I’m going to be honest, here. I’m just as bored with the Republican nomination race as everyone else is by now. The mainstream media pundits have done a mighty job of trying to keep the excitement alive, but it’s just not working anymore. I can do maths, and Mitt Romney has been the obvious winner for at least a month now — which even the pundits are beginning to sheepishly admit.
So instead of dwelling on “what Mitt’s Wisconsin win means” today, instead I’d like to invite you to look backwards with me, and recall the journey we’ve already made up to this point. Because I was bored, I created a semi-artistic image to chronicle the highs and lows of the 2012 Republican nomination race. I did this by taking a snapshot of the RealClearPolitics.com graph of the Republican polling for the whole field so far, and then filling it in to resemble a majestic range of mountains, stretching off into the distance (I left the original colours and lines intact, and also left the logo and colour key to give full credit for my “artistic inspiration”).
[Click on image to see full-scale version.]
When the 2012 race began, the Republican voting public was faced with a daunting range of sharp peaks ahead, but these were mostly obscured by the nearest foothills. The first steps on the journey to the nomination peak were across the gentle, rolling swell of Huntsman Hill. This ridge was a breeze to get over, as its long and low profile required little effort to ascend.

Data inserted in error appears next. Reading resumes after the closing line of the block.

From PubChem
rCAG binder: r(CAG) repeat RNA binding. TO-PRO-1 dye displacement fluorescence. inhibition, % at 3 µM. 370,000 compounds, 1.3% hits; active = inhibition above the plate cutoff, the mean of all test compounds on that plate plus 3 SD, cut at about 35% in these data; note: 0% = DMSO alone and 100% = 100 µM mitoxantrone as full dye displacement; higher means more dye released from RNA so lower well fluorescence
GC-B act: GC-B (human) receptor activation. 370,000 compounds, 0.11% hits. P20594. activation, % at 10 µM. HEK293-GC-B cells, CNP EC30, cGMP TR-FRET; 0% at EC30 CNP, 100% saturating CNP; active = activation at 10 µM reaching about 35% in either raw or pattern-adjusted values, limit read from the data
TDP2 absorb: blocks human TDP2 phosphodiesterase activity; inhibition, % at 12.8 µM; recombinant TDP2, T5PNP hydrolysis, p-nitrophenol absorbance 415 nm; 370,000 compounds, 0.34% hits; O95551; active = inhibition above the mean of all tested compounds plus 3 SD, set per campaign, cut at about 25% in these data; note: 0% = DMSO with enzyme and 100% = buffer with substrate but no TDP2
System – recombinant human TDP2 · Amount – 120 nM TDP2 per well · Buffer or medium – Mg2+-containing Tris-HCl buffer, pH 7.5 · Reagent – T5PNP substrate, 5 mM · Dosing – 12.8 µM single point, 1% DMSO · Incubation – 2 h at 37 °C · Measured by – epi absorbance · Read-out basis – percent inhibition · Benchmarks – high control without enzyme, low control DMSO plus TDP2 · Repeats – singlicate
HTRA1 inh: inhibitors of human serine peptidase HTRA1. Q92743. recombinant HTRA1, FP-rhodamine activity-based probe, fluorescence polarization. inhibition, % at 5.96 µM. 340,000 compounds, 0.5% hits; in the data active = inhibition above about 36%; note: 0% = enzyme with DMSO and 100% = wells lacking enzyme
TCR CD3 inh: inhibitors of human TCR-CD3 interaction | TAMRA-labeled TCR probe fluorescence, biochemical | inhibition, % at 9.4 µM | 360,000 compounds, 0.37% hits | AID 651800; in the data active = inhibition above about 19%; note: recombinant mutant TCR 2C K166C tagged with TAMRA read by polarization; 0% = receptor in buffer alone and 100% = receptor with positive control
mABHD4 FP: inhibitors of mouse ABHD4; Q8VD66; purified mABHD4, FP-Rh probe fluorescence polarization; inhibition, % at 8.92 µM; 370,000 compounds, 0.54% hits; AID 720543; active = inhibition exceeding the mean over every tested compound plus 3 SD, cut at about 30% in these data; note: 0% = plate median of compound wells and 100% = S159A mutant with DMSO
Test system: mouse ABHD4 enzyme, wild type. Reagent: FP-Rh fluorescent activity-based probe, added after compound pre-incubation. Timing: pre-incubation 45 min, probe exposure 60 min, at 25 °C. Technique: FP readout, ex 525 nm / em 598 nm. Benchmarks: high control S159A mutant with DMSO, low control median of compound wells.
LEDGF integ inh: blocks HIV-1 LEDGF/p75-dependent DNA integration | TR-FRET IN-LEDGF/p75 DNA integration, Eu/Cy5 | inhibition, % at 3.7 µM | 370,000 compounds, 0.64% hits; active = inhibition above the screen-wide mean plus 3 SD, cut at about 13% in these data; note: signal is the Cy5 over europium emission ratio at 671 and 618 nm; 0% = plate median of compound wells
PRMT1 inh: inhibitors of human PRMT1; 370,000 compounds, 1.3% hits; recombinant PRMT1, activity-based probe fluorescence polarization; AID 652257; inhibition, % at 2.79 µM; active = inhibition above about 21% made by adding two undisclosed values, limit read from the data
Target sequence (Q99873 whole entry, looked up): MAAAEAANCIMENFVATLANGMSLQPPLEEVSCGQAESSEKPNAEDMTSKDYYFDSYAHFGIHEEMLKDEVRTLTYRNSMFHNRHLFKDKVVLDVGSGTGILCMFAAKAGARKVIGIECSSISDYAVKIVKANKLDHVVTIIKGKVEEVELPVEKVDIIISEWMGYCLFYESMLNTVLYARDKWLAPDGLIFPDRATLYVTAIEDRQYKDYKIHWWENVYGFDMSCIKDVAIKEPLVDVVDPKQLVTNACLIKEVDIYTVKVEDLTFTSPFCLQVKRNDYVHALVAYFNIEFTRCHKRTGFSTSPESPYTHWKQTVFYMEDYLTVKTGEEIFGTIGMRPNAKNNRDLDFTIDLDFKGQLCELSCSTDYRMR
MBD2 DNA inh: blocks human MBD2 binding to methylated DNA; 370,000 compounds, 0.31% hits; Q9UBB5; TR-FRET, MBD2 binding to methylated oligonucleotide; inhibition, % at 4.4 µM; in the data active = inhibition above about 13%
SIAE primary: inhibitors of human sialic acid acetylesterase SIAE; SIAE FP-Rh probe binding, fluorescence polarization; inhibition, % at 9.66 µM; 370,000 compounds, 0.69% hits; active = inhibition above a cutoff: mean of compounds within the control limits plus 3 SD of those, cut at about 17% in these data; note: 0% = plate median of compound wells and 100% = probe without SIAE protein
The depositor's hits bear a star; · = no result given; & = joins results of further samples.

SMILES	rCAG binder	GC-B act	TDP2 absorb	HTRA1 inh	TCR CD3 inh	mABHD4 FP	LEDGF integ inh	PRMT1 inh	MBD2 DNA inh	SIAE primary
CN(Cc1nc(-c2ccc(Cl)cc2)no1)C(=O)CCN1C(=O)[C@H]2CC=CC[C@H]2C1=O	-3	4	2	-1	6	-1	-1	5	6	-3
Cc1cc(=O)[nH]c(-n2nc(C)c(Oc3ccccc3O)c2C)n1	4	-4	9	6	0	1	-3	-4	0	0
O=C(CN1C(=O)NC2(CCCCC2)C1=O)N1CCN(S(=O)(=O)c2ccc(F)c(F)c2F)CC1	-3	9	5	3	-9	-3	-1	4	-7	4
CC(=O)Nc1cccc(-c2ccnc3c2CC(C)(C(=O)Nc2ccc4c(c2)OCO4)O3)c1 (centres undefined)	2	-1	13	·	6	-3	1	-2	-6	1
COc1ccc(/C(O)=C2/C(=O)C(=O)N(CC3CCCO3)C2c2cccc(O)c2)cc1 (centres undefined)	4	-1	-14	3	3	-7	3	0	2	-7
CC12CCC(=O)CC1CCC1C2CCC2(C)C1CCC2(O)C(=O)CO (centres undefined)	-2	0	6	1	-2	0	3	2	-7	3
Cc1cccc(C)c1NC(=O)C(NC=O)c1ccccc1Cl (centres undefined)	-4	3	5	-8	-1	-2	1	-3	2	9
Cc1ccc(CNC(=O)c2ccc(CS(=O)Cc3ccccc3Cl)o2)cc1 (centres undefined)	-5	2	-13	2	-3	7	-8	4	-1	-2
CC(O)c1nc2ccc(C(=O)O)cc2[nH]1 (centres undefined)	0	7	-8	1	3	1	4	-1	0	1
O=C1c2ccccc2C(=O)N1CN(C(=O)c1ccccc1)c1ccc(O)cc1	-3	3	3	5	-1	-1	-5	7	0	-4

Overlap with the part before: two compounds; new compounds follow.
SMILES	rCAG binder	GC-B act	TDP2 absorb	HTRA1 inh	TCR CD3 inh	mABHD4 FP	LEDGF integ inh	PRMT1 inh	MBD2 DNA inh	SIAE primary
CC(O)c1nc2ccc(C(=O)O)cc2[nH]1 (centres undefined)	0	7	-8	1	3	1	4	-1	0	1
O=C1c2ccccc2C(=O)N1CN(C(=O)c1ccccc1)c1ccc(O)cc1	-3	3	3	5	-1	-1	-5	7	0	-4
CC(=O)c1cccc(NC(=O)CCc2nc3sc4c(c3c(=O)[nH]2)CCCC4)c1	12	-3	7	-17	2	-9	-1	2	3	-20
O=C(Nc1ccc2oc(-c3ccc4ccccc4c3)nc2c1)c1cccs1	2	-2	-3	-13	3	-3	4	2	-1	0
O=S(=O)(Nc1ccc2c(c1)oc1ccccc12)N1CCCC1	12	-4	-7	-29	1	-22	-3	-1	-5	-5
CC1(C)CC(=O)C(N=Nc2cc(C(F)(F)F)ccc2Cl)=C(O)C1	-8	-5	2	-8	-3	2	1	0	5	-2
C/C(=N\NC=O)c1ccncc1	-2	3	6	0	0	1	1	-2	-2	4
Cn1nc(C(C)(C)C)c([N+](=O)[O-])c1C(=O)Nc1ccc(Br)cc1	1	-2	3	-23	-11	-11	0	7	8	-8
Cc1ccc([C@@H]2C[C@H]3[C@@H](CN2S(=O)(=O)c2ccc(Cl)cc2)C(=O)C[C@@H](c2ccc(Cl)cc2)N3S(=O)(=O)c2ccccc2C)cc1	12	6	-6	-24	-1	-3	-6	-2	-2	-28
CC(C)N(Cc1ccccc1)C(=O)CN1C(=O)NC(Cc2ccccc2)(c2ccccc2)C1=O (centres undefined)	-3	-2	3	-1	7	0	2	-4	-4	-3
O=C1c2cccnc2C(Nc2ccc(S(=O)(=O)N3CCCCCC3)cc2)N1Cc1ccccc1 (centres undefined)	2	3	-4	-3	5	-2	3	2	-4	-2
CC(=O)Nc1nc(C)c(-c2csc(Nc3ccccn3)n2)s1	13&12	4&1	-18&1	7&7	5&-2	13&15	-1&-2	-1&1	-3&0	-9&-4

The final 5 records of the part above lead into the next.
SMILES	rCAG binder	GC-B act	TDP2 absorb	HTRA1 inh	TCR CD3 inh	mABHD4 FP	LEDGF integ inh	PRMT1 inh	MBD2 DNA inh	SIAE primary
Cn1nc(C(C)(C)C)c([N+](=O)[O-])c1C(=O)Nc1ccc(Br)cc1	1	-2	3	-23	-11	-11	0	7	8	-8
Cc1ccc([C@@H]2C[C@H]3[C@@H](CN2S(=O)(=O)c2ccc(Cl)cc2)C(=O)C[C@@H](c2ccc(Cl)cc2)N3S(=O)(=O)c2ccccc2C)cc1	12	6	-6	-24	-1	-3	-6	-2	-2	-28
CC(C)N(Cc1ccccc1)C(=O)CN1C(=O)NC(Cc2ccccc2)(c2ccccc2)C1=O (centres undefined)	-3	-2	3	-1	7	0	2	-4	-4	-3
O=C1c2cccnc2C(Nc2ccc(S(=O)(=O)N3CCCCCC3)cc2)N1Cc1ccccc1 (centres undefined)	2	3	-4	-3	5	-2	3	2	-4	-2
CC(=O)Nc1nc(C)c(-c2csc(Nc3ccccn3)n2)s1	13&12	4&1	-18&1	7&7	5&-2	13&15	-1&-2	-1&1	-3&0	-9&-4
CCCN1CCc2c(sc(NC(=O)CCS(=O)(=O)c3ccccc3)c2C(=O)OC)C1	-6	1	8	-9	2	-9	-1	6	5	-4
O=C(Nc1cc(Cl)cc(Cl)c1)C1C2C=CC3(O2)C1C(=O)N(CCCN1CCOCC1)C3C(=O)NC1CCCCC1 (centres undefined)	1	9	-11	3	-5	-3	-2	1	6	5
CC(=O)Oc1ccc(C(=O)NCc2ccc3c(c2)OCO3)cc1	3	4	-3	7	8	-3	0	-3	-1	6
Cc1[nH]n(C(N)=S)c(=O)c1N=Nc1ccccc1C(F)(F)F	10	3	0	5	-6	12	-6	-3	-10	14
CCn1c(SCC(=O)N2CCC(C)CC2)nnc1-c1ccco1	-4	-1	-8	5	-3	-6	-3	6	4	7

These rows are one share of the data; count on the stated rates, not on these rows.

Upon entering the valley beyond, Bachmann Knob stood out along the skyline. While the hillsides were a bit steep, and the gullies to be crossed ran off at crazy and bizarre angles at times, it presented no real difficulty to surmount. From Bachmann Knob’s modest heights, the first truly challenging mountain on our climb dominated the view — Perry Peak. Also from this elevation, Romney Ridge became visible off in the distance, as did the Ron Paul Piedmont in the foreground.